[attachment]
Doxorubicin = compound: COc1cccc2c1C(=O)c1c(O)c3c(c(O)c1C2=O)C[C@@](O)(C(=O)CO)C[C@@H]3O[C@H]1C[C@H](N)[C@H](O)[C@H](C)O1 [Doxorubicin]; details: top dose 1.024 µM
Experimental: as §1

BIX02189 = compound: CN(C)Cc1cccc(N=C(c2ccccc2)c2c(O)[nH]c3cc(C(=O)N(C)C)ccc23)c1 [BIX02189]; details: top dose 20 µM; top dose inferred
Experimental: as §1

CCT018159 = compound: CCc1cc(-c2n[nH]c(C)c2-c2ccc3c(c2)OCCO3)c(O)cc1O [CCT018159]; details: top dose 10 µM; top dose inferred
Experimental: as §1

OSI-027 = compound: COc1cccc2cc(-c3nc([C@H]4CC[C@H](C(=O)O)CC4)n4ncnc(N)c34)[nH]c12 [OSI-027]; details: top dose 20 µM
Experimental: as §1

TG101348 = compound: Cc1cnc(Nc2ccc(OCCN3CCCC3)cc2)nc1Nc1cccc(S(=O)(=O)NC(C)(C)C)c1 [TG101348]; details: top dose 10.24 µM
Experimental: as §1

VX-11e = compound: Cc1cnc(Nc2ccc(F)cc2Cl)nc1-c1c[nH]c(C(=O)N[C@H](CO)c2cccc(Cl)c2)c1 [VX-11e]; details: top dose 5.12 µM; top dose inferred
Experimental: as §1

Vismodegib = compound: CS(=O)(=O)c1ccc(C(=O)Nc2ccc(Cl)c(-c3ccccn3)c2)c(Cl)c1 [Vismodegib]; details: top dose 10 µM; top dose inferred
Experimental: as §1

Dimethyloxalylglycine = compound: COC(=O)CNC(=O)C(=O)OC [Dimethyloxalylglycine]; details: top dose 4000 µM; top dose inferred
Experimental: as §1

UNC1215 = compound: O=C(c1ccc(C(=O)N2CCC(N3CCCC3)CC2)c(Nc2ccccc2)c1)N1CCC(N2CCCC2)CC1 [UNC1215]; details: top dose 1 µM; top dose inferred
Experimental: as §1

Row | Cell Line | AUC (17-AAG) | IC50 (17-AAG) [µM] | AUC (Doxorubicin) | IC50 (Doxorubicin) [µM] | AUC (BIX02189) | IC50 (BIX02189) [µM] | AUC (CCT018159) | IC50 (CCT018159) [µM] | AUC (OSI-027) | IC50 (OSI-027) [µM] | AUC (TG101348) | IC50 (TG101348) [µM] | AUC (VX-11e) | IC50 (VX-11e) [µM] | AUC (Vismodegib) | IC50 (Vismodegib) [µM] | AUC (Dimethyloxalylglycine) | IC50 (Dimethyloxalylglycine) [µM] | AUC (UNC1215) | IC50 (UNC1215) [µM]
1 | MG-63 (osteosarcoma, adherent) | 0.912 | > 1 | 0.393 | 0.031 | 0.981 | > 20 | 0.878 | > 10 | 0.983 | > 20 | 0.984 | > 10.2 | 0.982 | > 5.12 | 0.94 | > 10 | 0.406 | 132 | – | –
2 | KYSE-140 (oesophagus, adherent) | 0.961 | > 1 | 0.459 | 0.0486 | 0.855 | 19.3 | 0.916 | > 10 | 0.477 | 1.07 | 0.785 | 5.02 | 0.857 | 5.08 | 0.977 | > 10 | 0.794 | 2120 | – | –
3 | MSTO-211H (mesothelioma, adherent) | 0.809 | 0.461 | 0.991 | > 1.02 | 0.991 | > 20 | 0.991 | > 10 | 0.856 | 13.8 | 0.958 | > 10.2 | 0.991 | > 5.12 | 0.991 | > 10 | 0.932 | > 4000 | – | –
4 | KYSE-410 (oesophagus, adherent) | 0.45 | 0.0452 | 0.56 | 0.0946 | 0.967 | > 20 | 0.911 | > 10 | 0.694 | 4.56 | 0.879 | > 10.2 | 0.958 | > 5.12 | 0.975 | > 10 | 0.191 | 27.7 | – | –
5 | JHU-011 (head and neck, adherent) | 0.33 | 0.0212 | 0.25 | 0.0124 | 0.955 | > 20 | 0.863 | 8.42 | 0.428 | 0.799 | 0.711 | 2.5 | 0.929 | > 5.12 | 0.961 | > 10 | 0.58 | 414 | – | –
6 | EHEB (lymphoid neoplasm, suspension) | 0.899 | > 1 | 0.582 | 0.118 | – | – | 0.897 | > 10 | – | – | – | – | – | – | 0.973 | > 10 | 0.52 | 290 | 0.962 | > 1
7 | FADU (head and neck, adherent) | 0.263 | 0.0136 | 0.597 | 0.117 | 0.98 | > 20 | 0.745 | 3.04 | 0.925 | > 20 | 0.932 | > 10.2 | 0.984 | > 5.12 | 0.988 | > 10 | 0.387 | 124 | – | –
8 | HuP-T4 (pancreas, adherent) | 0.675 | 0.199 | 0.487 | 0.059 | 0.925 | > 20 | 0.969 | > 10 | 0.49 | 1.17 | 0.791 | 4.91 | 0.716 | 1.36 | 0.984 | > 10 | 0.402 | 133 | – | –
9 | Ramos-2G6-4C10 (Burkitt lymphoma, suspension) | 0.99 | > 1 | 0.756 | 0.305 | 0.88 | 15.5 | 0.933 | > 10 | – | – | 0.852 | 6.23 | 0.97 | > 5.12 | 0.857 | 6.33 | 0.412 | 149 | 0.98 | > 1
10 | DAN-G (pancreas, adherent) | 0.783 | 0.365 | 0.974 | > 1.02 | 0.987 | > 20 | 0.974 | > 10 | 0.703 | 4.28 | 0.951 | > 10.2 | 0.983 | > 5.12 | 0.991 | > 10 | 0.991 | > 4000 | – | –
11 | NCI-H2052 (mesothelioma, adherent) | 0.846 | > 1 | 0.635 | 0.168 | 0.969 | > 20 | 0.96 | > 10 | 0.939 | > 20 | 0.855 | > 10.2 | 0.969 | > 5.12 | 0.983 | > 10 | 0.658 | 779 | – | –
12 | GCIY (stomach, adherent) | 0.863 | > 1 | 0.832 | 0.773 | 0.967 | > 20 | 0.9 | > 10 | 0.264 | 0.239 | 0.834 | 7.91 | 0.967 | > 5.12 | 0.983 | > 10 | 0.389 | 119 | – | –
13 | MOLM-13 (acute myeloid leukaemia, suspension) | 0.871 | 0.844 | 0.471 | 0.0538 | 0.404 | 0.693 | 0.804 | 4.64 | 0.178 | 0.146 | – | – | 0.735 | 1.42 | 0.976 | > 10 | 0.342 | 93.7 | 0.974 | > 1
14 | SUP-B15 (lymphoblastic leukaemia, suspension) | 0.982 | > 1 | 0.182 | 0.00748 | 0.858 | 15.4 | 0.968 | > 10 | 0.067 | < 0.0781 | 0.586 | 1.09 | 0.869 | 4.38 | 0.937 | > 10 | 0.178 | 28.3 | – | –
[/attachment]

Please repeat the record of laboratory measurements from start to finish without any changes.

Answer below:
Doxorubicin = compound: COc1cccc2c1C(=O)c1c(O)c3c(c(O)c1C2=O)C[C@@](O)(C(=O)CO)C[C@@H]3O[C@H]1C[C@H](N)[C@H](O)[C@H](C)O1 [Doxorubicin]; details: top dose 1.024 µM
Experimental: as §1

BIX02189 = compound: CN(C)Cc1cccc(N=C(c2ccccc2)c2c(O)[nH]c3cc(C(=O)N(C)C)ccc23)c1 [BIX02189]; details: top dose 20 µM; top dose inferred
Experimental: as §1

CCT018159 = compound: CCc1cc(-c2n[nH]c(C)c2-c2ccc3c(c2)OCCO3)c(O)cc1O [CCT018159]; details: top dose 10 µM; top dose inferred
Experimental: as §1

OSI-027 = compound: COc1cccc2cc(-c3nc([C@H]4CC[C@H](C(=O)O)CC4)n4ncnc(N)c34)[nH]c12 [OSI-027]; details: top dose 20 µM
Experimental: as §1

TG101348 = compound: Cc1cnc(Nc2ccc(OCCN3CCCC3)cc2)nc1Nc1cccc(S(=O)(=O)NC(C)(C)C)c1 [TG101348]; details: top dose 10.24 µM
Experimental: as §1

VX-11e = compound: Cc1cnc(Nc2ccc(F)cc2Cl)nc1-c1c[nH]c(C(=O)N[C@H](CO)c2cccc(Cl)c2)c1 [VX-11e]; details: top dose 5.12 µM; top dose inferred
Experimental: as §1

Vismodegib = compound: CS(=O)(=O)c1ccc(C(=O)Nc2ccc(Cl)c(-c3ccccn3)c2)c(Cl)c1 [Vismodegib]; details: top dose 10 µM; top dose inferred
Experimental: as §1

Dimethyloxalylglycine = compound: COC(=O)CNC(=O)C(=O)OC [Dimethyloxalylglycine]; details: top dose 4000 µM; top dose inferred
Experimental: as §1

UNC1215 = compound: O=C(c1ccc(C(=O)N2CCC(N3CCCC3)CC2)c(Nc2ccccc2)c1)N1CCC(N2CCCC2)CC1 [UNC1215]; details: top dose 1 µM; top dose inferred
Experimental: as §1

Row | Cell Line | AUC (17-AAG) | IC50 (17-AAG) [µM] | AUC (Doxorubicin) | IC50 (Doxorubicin) [µM] | AUC (BIX02189) | IC50 (BIX02189) [µM] | AUC (CCT018159) | IC50 (CCT018159) [µM] | AUC (OSI-027) | IC50 (OSI-027) [µM] | AUC (TG101348) | IC50 (TG101348) [µM] | AUC (VX-11e) | IC50 (VX-11e) [µM] | AUC (Vismodegib) | IC50 (Vismodegib) [µM] | AUC (Dimethyloxalylglycine) | IC50 (Dimethyloxalylglycine) [µM] | AUC (UNC1215) | IC50 (UNC1215) [µM]
1 | MG-63 (osteosarcoma, adherent) | 0.912 | > 1 | 0.393 | 0.031 | 0.981 | > 20 | 0.878 | > 10 | 0.983 | > 20 | 0.984 | > 10.2 | 0.982 | > 5.12 | 0.94 | > 10 | 0.406 | 132 | – | –
2 | KYSE-140 (oesophagus, adherent) | 0.961 | > 1 | 0.459 | 0.0486 | 0.855 | 19.3 | 0.916 | > 10 | 0.477 | 1.07 | 0.785 | 5.02 | 0.857 | 5.08 | 0.977 | > 10 | 0.794 | 2120 | – | –
3 | MSTO-211H (mesothelioma, adherent) | 0.809 | 0.461 | 0.991 | > 1.02 | 0.991 | > 20 | 0.991 | > 10 | 0.856 | 13.8 | 0.958 | > 10.2 | 0.991 | > 5.12 | 0.991 | > 10 | 0.932 | > 4000 | – | –
4 | KYSE-410 (oesophagus, adherent) | 0.45 | 0.0452 | 0.56 | 0.0946 | 0.967 | > 20 | 0.911 | > 10 | 0.694 | 4.56 | 0.879 | > 10.2 | 0.958 | > 5.12 | 0.975 | > 10 | 0.191 | 27.7 | – | –
5 | JHU-011 (head and neck, adherent) | 0.33 | 0.0212 | 0.25 | 0.0124 | 0.955 | > 20 | 0.863 | 8.42 | 0.428 | 0.799 | 0.711 | 2.5 | 0.929 | > 5.12 | 0.961 | > 10 | 0.58 | 414 | – | –
6 | EHEB (lymphoid neoplasm, suspension) | 0.899 | > 1 | 0.582 | 0.118 | – | – | 0.897 | > 10 | – | – | – | – | – | – | 0.973 | > 10 | 0.52 | 290 | 0.962 | > 1
7 | FADU (head and neck, adherent) | 0.263 | 0.0136 | 0.597 | 0.117 | 0.98 | > 20 | 0.745 | 3.04 | 0.925 | > 20 | 0.932 | > 10.2 | 0.984 | > 5.12 | 0.988 | > 10 | 0.387 | 124 | – | –
8 | HuP-T4 (pancreas, adherent) | 0.675 | 0.199 | 0.487 | 0.059 | 0.925 | > 20 | 0.969 | > 10 | 0.49 | 1.17 | 0.791 | 4.91 | 0.716 | 1.36 | 0.984 | > 10 | 0.402 | 133 | – | –
9 | Ramos-2G6-4C10 (Burkitt lymphoma, suspension) | 0.99 | > 1 | 0.756 | 0.305 | 0.88 | 15.5 | 0.933 | > 10 | – | – | 0.852 | 6.23 | 0.97 | > 5.12 | 0.857 | 6.33 | 0.412 | 149 | 0.98 | > 1
10 | DAN-G (pancreas, adherent) | 0.783 | 0.365 | 0.974 | > 1.02 | 0.987 | > 20 | 0.974 | > 10 | 0.703 | 4.28 | 0.951 | > 10.2 | 0.983 | > 5.12 | 0.991 | > 10 | 0.991 | > 4000 | – | –
11 | NCI-H2052 (mesothelioma, adherent) | 0.846 | > 1 | 0.635 | 0.168 | 0.969 | > 20 | 0.96 | > 10 | 0.939 | > 20 | 0.855 | > 10.2 | 0.969 | > 5.12 | 0.983 | > 10 | 0.658 | 779 | – | –
12 | GCIY (stomach, adherent) | 0.863 | > 1 | 0.832 | 0.773 | 0.967 | > 20 | 0.9 | > 10 | 0.264 | 0.239 | 0.834 | 7.91 | 0.967 | > 5.12 | 0.983 | > 10 | 0.389 | 119 | – | –
13 | MOLM-13 (acute myeloid leukaemia, suspension) | 0.871 | 0.844 | 0.471 | 0.0538 | 0.404 | 0.693 | 0.804 | 4.64 | 0.178 | 0.146 | – | – | 0.735 | 1.42 | 0.976 | > 10 | 0.342 | 93.7 | 0.974 | > 1
14 | SUP-B15 (lymphoblastic leukaemia, suspension) | 0.982 | > 1 | 0.182 | 0.00748 | 0.858 | 15.4 | 0.968 | > 10 | 0.067 | < 0.0781 | 0.586 | 1.09 | 0.869 | 4.38 | 0.937 | > 10 | 0.178 | 28.3 | – | –